“The Catbird Seat” is the story of Erwin Martin’s calculated destruction of the vulgar, ruthless Ulgine Barrows, who has made life at F & S miserable since her appearance two years before the story begins. The tale might almost be called a revenge comedy, and it is even more amusing because Mr. Martin’s very dullness enables him to succeed. The story begins with an uncharacteristic action by Mr. Martin. He does not smoke; yet he is surreptitiously buying a pack of cigarettes. The purchase is part of his plan to kill Mrs. Ulgine Barrows, a plan that he has worked out during the preceding week.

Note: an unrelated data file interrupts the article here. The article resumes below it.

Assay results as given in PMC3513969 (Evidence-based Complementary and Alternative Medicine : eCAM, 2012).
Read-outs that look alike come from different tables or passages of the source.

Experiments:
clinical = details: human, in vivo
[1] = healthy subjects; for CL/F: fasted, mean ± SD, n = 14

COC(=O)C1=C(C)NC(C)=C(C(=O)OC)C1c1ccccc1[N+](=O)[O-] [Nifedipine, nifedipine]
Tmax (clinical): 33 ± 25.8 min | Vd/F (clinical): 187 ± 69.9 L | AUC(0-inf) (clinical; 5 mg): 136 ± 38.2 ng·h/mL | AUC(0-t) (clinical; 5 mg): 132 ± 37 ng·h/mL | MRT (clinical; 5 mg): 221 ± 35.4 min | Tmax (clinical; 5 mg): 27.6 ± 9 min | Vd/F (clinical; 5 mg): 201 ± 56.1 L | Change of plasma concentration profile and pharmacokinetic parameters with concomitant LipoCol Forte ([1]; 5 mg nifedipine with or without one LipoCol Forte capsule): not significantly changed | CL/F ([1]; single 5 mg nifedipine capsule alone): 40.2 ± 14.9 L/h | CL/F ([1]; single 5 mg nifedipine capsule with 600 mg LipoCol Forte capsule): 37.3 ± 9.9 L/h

Mr. Martin has no qualms about his action. Since charming the elderly Mr. Fitweiler at a party and persuading him to make her his all-powerful adviser, Mrs. Barrows has fired some employees and caused the resignations of others. As she has moved from department to department, she has changed systems and, Mr. Martin believes, is threatening the very existence of the firm, while Mr. Fitweiler, besotted, applauds. Although he is consistently annoyed by her southern expressions, evidently picked up from a baseball announcer, such as “sitting in the catbird seat,” that is, in a perfect situation, Mr. Martin has not thought that she deserved death until her appearance in the filing department, which he heads. When she suggests that his filing cabinets were not necessary, Ulgine Barrows signs her own death warrant. Mr. Martin’s purchase of a brand of...
(The entire section is 489 words.)